So did that lead to the eventual split up of Rogue Male?


JL; The continuation of the legal advice was to getaway from the situation as these guys were going to bury us you know.  The whole thing did in the end anyway as Martin Hooker just avoided the issue for like six years, with going to court etc. The legal aid was something like £150K and once they reached that limit they dropped it that was it...so....




Fast-forward to last year then and Rogue Male was back, you had this big comeback show lined up at Hard Rock Hell and it didn't quite work out as planned did it?


JL; All I can say about that night is "Sorry" but these things happen.  We weren't firing on all cylinders and our drummer had to play a double kit on the left pedal, he right pedal was stuck in the bass drum, it was just phew....


Pete D (popping in again); We just ended up with substandard equipment due to a misunderstanding and that also affected the set so.... I have to say we did the best we could.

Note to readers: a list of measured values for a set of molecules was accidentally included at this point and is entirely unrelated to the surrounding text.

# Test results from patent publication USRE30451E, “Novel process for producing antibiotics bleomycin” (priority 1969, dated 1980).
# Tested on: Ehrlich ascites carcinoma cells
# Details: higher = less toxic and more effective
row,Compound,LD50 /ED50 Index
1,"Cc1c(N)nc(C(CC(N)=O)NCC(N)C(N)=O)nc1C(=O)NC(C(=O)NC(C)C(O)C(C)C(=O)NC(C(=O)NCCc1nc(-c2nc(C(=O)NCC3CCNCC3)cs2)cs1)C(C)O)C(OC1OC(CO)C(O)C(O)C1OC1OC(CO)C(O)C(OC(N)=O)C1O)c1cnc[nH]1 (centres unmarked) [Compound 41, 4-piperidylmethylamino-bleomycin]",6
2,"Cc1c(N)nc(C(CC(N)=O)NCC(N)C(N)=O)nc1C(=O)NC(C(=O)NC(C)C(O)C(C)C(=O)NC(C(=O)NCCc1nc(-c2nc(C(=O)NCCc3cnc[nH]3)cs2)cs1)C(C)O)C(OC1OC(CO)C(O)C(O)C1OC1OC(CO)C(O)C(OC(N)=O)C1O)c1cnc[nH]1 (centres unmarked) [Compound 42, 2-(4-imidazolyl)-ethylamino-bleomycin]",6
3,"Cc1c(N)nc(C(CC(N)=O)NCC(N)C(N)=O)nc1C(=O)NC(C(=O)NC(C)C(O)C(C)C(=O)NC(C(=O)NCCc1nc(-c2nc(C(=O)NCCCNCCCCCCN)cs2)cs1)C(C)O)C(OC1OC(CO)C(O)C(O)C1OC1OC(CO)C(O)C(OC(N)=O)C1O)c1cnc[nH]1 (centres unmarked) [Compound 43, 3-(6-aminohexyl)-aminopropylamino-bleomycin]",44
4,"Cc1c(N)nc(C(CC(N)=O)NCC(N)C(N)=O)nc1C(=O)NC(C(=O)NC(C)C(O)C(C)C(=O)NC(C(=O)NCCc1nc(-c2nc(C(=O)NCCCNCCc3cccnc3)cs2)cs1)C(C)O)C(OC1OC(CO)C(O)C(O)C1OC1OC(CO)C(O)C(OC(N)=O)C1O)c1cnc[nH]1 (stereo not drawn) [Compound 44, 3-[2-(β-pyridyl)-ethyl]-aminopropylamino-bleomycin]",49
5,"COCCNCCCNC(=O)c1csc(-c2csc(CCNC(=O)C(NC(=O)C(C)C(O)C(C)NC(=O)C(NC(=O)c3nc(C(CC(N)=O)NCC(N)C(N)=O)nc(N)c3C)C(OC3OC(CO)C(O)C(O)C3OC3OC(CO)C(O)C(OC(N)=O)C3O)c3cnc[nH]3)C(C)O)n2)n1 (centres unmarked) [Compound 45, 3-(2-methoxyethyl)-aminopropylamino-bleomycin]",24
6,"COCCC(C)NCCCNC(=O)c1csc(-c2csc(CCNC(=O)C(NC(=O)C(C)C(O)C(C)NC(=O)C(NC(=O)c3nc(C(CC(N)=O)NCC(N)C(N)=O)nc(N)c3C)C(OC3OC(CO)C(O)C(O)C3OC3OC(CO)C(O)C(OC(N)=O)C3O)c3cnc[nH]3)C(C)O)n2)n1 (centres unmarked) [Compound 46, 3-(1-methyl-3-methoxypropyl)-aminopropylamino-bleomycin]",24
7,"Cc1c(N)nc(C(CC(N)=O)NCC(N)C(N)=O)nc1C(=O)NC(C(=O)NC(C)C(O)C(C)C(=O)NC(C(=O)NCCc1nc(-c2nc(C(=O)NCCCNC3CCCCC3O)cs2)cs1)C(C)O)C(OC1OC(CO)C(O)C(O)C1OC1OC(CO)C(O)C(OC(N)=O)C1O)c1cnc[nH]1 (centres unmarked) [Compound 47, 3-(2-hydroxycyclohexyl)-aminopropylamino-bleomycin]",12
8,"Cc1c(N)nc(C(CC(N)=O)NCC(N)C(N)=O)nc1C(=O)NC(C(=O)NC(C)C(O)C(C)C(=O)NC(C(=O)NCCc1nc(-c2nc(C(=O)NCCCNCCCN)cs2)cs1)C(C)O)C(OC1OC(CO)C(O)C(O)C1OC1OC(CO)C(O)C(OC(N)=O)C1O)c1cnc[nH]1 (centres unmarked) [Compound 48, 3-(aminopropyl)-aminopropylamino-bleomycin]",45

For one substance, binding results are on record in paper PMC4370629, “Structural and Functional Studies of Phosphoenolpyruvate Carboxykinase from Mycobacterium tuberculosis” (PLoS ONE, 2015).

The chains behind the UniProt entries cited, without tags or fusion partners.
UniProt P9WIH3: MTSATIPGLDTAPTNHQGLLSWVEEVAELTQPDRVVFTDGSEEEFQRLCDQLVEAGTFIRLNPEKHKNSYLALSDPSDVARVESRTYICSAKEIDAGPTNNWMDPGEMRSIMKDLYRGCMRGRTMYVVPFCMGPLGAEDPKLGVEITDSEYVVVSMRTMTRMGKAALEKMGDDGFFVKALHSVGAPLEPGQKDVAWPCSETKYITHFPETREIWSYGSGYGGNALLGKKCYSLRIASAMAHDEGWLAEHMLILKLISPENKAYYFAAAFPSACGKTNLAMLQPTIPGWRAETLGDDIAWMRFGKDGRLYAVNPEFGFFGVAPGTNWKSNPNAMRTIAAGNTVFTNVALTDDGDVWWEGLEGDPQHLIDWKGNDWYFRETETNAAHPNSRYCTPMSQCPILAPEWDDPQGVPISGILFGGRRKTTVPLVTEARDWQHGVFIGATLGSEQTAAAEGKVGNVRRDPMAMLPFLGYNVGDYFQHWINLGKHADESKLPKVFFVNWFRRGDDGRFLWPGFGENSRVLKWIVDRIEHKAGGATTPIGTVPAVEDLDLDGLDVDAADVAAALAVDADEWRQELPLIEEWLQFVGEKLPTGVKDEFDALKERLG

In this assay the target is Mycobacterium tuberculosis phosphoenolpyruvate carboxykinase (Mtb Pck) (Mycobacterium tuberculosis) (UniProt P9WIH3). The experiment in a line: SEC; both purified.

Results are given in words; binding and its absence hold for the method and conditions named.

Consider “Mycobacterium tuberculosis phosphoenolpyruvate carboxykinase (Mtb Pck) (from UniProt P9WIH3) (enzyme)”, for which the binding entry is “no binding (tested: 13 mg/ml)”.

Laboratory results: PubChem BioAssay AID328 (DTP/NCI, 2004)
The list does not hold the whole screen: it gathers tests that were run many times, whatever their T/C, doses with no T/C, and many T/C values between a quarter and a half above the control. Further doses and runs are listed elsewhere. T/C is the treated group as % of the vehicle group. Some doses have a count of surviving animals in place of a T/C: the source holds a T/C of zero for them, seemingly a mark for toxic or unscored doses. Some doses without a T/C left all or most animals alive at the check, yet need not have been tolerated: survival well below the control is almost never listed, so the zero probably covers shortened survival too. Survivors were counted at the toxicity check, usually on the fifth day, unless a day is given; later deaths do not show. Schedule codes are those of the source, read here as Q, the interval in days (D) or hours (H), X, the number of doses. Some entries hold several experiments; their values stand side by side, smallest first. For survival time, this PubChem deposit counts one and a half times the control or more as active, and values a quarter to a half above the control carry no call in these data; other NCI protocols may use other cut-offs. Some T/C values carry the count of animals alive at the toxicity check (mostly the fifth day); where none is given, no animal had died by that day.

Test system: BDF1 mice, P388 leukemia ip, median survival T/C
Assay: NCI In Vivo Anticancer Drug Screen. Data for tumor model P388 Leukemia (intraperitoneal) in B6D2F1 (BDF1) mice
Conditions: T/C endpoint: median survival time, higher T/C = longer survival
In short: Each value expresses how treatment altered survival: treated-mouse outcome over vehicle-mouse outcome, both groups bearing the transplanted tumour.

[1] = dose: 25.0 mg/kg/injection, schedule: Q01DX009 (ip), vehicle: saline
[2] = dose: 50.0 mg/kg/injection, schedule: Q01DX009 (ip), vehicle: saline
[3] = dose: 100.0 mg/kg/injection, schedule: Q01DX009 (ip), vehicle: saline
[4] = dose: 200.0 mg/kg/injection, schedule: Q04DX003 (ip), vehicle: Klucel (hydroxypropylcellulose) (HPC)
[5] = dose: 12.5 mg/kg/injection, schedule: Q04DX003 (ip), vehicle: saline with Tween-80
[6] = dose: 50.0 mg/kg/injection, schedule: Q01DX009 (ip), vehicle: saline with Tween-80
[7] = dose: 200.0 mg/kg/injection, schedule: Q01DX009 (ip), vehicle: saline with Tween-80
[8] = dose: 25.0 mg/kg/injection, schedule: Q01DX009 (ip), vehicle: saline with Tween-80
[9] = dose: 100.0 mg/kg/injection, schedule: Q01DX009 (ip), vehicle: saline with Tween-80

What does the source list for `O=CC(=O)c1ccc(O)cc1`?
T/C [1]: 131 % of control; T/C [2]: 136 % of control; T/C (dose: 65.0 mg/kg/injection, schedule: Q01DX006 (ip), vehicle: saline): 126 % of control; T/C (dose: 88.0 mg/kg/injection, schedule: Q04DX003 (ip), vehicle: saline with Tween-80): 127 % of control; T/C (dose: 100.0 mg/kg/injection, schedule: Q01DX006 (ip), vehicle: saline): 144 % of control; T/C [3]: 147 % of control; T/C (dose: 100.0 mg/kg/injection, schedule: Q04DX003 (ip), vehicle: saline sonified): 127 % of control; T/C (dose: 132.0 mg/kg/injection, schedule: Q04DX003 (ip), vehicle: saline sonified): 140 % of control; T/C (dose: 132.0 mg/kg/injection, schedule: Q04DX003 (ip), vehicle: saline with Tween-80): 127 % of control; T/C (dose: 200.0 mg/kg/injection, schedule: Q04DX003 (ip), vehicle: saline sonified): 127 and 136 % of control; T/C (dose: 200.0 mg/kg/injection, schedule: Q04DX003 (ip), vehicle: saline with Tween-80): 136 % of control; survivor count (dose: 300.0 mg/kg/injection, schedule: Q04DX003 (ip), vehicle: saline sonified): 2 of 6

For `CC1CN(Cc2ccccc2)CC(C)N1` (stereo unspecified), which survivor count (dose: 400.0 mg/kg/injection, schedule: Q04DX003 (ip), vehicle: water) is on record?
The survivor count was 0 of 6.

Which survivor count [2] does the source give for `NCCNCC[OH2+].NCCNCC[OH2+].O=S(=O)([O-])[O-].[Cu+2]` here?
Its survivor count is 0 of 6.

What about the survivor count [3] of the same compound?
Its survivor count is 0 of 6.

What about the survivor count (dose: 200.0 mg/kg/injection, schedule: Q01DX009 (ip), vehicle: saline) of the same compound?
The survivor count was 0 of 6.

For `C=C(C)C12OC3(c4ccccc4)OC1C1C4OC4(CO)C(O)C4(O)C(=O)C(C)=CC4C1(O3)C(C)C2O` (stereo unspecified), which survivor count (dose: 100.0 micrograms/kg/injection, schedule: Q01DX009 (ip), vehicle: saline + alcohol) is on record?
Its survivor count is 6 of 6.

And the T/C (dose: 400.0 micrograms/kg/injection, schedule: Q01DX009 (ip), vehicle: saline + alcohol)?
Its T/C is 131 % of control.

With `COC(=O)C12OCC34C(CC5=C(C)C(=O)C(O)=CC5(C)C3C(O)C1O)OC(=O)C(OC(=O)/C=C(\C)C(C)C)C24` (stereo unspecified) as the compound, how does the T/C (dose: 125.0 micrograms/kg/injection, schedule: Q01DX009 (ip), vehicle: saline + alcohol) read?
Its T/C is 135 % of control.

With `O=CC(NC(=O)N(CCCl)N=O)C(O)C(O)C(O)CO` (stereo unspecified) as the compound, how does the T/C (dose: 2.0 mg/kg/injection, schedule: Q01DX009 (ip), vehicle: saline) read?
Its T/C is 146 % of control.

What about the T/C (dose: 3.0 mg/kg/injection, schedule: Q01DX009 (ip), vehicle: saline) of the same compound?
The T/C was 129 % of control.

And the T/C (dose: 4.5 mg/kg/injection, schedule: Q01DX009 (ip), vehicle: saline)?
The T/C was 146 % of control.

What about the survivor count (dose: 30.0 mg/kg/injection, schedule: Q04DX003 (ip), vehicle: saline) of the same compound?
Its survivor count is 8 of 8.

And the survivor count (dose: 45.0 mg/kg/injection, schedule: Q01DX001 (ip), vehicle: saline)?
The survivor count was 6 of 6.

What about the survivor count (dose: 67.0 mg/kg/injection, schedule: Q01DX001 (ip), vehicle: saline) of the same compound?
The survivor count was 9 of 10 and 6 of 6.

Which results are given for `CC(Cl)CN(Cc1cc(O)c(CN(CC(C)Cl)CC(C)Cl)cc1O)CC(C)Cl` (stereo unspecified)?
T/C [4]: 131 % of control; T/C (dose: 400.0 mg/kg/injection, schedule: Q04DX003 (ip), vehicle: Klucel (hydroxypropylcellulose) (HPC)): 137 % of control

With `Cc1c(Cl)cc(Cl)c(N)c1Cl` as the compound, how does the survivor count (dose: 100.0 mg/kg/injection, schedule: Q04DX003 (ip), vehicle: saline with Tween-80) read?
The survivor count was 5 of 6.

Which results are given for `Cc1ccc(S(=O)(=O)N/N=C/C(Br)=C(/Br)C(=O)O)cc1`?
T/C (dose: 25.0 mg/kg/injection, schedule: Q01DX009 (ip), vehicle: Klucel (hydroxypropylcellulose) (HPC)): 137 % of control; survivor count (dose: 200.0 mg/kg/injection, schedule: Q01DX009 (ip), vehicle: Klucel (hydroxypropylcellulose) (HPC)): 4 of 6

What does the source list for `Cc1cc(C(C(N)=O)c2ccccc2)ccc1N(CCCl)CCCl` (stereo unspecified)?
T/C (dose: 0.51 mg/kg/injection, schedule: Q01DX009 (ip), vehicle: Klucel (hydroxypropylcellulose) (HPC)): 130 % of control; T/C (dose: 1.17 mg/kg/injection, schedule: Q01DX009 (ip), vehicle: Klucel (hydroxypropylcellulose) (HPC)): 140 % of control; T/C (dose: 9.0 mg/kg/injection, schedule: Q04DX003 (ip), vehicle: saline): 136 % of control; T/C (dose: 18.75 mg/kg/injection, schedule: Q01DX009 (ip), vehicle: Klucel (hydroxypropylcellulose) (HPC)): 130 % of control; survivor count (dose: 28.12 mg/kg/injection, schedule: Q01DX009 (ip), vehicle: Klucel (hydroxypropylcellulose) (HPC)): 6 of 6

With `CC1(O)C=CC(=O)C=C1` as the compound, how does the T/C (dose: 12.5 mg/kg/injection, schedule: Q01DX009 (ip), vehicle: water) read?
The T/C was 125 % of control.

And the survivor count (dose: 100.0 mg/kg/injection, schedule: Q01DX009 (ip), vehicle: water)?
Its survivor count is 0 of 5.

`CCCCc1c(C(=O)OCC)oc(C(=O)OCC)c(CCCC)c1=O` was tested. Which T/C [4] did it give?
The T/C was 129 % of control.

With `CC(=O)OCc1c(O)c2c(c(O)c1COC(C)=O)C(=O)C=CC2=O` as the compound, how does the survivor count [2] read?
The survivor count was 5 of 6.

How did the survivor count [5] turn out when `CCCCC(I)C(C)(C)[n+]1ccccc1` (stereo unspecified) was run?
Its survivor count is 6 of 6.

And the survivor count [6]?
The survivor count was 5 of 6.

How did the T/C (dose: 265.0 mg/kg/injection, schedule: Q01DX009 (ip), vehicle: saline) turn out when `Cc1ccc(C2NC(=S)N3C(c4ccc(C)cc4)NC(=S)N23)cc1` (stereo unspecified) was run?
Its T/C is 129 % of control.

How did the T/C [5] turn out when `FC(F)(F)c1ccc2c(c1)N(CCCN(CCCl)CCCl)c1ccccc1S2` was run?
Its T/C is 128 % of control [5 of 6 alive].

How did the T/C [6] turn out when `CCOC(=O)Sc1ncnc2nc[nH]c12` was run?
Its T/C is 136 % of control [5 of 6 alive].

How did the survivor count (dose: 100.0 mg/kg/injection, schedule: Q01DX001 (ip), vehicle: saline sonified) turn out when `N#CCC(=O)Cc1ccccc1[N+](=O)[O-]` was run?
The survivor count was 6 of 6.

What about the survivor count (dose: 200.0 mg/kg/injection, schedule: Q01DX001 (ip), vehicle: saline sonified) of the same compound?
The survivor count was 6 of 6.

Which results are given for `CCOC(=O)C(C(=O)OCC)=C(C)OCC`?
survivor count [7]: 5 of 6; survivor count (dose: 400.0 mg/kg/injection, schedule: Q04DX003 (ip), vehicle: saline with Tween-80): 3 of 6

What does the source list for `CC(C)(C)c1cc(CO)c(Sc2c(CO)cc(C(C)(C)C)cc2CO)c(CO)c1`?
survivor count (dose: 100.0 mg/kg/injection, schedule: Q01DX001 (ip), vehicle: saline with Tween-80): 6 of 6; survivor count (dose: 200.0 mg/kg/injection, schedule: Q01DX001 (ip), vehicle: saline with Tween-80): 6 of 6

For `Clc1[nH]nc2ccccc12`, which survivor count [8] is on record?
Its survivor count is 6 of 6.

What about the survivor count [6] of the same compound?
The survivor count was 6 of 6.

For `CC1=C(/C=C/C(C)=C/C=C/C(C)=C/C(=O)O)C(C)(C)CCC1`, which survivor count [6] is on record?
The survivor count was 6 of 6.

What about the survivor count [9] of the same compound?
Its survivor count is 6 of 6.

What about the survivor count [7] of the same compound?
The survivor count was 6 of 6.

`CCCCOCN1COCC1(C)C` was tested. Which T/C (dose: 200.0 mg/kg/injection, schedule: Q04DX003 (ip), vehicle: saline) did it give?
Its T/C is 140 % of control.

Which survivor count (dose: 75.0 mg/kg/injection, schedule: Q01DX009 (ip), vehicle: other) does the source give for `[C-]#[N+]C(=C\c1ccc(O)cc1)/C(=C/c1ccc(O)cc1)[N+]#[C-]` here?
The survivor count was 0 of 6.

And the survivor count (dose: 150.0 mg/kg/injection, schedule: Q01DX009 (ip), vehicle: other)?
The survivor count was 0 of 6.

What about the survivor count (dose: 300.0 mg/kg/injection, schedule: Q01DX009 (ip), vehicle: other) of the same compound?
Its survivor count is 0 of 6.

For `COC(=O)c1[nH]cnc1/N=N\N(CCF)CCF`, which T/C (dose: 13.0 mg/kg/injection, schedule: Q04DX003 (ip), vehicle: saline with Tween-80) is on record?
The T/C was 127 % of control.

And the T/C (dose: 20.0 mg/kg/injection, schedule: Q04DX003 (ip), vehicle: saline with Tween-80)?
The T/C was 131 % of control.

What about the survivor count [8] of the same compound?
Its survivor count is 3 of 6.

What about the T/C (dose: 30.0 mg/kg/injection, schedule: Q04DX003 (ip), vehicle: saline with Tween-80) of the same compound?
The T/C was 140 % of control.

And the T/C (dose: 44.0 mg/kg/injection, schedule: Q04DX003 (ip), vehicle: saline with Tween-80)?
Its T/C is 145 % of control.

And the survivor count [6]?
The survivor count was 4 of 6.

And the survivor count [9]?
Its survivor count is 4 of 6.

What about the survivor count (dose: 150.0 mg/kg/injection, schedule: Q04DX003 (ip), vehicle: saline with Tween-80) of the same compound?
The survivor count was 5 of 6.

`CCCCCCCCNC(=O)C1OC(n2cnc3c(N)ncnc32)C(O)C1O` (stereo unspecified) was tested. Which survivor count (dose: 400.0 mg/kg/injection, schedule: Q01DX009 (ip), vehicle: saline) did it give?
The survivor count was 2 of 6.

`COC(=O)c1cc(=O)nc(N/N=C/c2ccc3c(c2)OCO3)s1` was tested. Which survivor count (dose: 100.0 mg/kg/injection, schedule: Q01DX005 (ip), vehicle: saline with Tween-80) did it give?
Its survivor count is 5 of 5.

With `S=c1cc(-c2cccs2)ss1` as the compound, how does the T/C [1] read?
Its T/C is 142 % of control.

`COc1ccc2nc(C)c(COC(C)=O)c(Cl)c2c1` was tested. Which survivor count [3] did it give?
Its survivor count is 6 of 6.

JL; It was like a nightmare waiting to happen though man, the drum kit had been brought over from another stage and was soaking wet, and then the first bang! And the bass drum goes bang! You know.


Fortunately I've seen you twice since, and both gigs including tonight have been absolutely awesome, and I cannot tell enough people that Rogue Male are back.


JL; You know we're certainly looking forward to meeting the fans again you know, and it looks like we made some new friends again here.


Well what was surprising was that a lot of your fans here tonight probably weren't born when your Music For Nations albums were released, how amazing is that?


JL; Its terrific, but back then they did say we were 10 years ahead of our time so...


JFB; its just people catching up (laughing)


JL_Mark_TYeah but you were out of time by playing what you were when Hair Metal/Glam was taking off big time.  But your music still rings true today.  'Take No Shit' for example.


JL; Exactly, we were always poignant when it came to our politically influenced lyrics you know.